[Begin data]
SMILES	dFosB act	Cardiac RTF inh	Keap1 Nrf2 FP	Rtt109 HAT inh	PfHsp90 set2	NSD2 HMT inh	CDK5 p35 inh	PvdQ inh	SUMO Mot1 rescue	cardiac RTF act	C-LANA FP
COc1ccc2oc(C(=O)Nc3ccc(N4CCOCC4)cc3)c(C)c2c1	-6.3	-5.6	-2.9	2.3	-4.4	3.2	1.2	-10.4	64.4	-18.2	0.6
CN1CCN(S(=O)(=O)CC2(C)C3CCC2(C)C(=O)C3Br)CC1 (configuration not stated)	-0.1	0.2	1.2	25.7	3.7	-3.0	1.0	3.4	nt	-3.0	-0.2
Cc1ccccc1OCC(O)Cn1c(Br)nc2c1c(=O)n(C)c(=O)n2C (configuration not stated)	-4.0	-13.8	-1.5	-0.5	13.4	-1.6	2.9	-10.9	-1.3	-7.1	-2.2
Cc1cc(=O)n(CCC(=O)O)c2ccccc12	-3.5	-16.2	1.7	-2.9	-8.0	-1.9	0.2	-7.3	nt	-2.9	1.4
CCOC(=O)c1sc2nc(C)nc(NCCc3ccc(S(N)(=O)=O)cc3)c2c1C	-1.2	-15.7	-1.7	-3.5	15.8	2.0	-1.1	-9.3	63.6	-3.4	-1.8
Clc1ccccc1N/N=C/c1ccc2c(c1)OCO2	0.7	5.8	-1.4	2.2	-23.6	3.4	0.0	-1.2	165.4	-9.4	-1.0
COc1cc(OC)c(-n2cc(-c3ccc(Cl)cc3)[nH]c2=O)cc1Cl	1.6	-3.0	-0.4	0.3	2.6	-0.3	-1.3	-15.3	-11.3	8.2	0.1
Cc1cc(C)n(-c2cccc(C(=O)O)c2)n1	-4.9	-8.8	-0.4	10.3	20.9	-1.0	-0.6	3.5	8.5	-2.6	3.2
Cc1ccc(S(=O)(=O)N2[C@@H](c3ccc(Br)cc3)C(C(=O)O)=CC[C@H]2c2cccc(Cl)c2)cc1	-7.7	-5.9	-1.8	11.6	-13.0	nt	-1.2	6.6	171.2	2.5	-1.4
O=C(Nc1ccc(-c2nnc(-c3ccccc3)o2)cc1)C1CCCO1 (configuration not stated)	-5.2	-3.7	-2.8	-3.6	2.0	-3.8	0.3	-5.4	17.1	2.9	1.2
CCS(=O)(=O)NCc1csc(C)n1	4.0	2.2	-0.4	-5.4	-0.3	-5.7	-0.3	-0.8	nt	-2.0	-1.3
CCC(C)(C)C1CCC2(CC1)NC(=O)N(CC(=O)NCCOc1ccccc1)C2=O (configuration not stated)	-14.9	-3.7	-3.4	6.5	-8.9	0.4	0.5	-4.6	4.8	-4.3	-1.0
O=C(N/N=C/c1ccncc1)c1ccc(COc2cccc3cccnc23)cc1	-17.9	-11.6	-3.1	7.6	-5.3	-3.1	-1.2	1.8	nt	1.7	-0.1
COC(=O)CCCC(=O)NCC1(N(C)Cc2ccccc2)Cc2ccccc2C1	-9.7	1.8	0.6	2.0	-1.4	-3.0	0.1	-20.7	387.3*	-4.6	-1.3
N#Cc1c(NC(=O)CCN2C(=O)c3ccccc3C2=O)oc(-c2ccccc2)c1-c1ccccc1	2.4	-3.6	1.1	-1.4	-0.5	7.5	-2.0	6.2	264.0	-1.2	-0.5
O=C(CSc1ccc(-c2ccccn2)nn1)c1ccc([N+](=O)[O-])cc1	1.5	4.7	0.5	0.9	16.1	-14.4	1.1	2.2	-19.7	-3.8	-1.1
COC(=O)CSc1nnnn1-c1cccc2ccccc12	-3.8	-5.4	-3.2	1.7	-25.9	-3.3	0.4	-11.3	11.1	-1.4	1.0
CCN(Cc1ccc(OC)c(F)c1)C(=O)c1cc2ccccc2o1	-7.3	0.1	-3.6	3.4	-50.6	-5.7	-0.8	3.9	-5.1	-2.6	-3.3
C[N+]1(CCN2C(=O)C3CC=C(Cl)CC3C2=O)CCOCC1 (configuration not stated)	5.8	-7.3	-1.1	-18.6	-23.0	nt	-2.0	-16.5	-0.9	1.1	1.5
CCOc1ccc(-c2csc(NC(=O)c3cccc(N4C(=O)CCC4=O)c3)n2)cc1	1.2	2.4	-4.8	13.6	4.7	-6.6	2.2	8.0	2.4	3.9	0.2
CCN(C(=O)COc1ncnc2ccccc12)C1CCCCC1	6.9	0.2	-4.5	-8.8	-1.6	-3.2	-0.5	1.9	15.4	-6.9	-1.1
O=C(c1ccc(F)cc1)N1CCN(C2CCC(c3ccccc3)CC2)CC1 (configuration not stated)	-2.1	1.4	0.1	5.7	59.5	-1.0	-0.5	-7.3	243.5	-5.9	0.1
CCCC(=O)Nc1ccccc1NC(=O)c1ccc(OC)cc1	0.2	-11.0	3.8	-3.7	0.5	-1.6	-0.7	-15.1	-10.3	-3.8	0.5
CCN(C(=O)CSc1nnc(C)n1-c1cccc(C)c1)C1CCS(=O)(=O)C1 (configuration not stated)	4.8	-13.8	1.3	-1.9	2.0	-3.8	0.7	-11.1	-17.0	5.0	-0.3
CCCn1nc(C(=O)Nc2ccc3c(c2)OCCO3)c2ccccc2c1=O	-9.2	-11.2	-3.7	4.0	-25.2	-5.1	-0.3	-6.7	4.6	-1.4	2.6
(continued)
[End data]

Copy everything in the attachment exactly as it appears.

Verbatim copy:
SMILES	dFosB act	Cardiac RTF inh	Keap1 Nrf2 FP	Rtt109 HAT inh	PfHsp90 set2	NSD2 HMT inh	CDK5 p35 inh	PvdQ inh	SUMO Mot1 rescue	cardiac RTF act	C-LANA FP
COc1ccc2oc(C(=O)Nc3ccc(N4CCOCC4)cc3)c(C)c2c1	-6.3	-5.6	-2.9	2.3	-4.4	3.2	1.2	-10.4	64.4	-18.2	0.6
CN1CCN(S(=O)(=O)CC2(C)C3CCC2(C)C(=O)C3Br)CC1 (configuration not stated)	-0.1	0.2	1.2	25.7	3.7	-3.0	1.0	3.4	nt	-3.0	-0.2
Cc1ccccc1OCC(O)Cn1c(Br)nc2c1c(=O)n(C)c(=O)n2C (configuration not stated)	-4.0	-13.8	-1.5	-0.5	13.4	-1.6	2.9	-10.9	-1.3	-7.1	-2.2
Cc1cc(=O)n(CCC(=O)O)c2ccccc12	-3.5	-16.2	1.7	-2.9	-8.0	-1.9	0.2	-7.3	nt	-2.9	1.4
CCOC(=O)c1sc2nc(C)nc(NCCc3ccc(S(N)(=O)=O)cc3)c2c1C	-1.2	-15.7	-1.7	-3.5	15.8	2.0	-1.1	-9.3	63.6	-3.4	-1.8
Clc1ccccc1N/N=C/c1ccc2c(c1)OCO2	0.7	5.8	-1.4	2.2	-23.6	3.4	0.0	-1.2	165.4	-9.4	-1.0
COc1cc(OC)c(-n2cc(-c3ccc(Cl)cc3)[nH]c2=O)cc1Cl	1.6	-3.0	-0.4	0.3	2.6	-0.3	-1.3	-15.3	-11.3	8.2	0.1
Cc1cc(C)n(-c2cccc(C(=O)O)c2)n1	-4.9	-8.8	-0.4	10.3	20.9	-1.0	-0.6	3.5	8.5	-2.6	3.2
Cc1ccc(S(=O)(=O)N2[C@@H](c3ccc(Br)cc3)C(C(=O)O)=CC[C@H]2c2cccc(Cl)c2)cc1	-7.7	-5.9	-1.8	11.6	-13.0	nt	-1.2	6.6	171.2	2.5	-1.4
O=C(Nc1ccc(-c2nnc(-c3ccccc3)o2)cc1)C1CCCO1 (configuration not stated)	-5.2	-3.7	-2.8	-3.6	2.0	-3.8	0.3	-5.4	17.1	2.9	1.2
CCS(=O)(=O)NCc1csc(C)n1	4.0	2.2	-0.4	-5.4	-0.3	-5.7	-0.3	-0.8	nt	-2.0	-1.3
CCC(C)(C)C1CCC2(CC1)NC(=O)N(CC(=O)NCCOc1ccccc1)C2=O (configuration not stated)	-14.9	-3.7	-3.4	6.5	-8.9	0.4	0.5	-4.6	4.8	-4.3	-1.0
O=C(N/N=C/c1ccncc1)c1ccc(COc2cccc3cccnc23)cc1	-17.9	-11.6	-3.1	7.6	-5.3	-3.1	-1.2	1.8	nt	1.7	-0.1
COC(=O)CCCC(=O)NCC1(N(C)Cc2ccccc2)Cc2ccccc2C1	-9.7	1.8	0.6	2.0	-1.4	-3.0	0.1	-20.7	387.3*	-4.6	-1.3
N#Cc1c(NC(=O)CCN2C(=O)c3ccccc3C2=O)oc(-c2ccccc2)c1-c1ccccc1	2.4	-3.6	1.1	-1.4	-0.5	7.5	-2.0	6.2	264.0	-1.2	-0.5
O=C(CSc1ccc(-c2ccccn2)nn1)c1ccc([N+](=O)[O-])cc1	1.5	4.7	0.5	0.9	16.1	-14.4	1.1	2.2	-19.7	-3.8	-1.1
COC(=O)CSc1nnnn1-c1cccc2ccccc12	-3.8	-5.4	-3.2	1.7	-25.9	-3.3	0.4	-11.3	11.1	-1.4	1.0
CCN(Cc1ccc(OC)c(F)c1)C(=O)c1cc2ccccc2o1	-7.3	0.1	-3.6	3.4	-50.6	-5.7	-0.8	3.9	-5.1	-2.6	-3.3
C[N+]1(CCN2C(=O)C3CC=C(Cl)CC3C2=O)CCOCC1 (configuration not stated)	5.8	-7.3	-1.1	-18.6	-23.0	nt	-2.0	-16.5	-0.9	1.1	1.5
CCOc1ccc(-c2csc(NC(=O)c3cccc(N4C(=O)CCC4=O)c3)n2)cc1	1.2	2.4	-4.8	13.6	4.7	-6.6	2.2	8.0	2.4	3.9	0.2
CCN(C(=O)COc1ncnc2ccccc12)C1CCCCC1	6.9	0.2	-4.5	-8.8	-1.6	-3.2	-0.5	1.9	15.4	-6.9	-1.1
O=C(c1ccc(F)cc1)N1CCN(C2CCC(c3ccccc3)CC2)CC1 (configuration not stated)	-2.1	1.4	0.1	5.7	59.5	-1.0	-0.5	-7.3	243.5	-5.9	0.1
CCCC(=O)Nc1ccccc1NC(=O)c1ccc(OC)cc1	0.2	-11.0	3.8	-3.7	0.5	-1.6	-0.7	-15.1	-10.3	-3.8	0.5
CCN(C(=O)CSc1nnc(C)n1-c1cccc(C)c1)C1CCS(=O)(=O)C1 (configuration not stated)	4.8	-13.8	1.3	-1.9	2.0	-3.8	0.7	-11.1	-17.0	5.0	-0.3
CCCn1nc(C(=O)Nc2ccc3c(c2)OCCO3)c2ccccc2c1=O	-9.2	-11.2	-3.7	4.0	-25.2	-5.1	-0.3	-6.7	4.6	-1.4	2.6
(continued)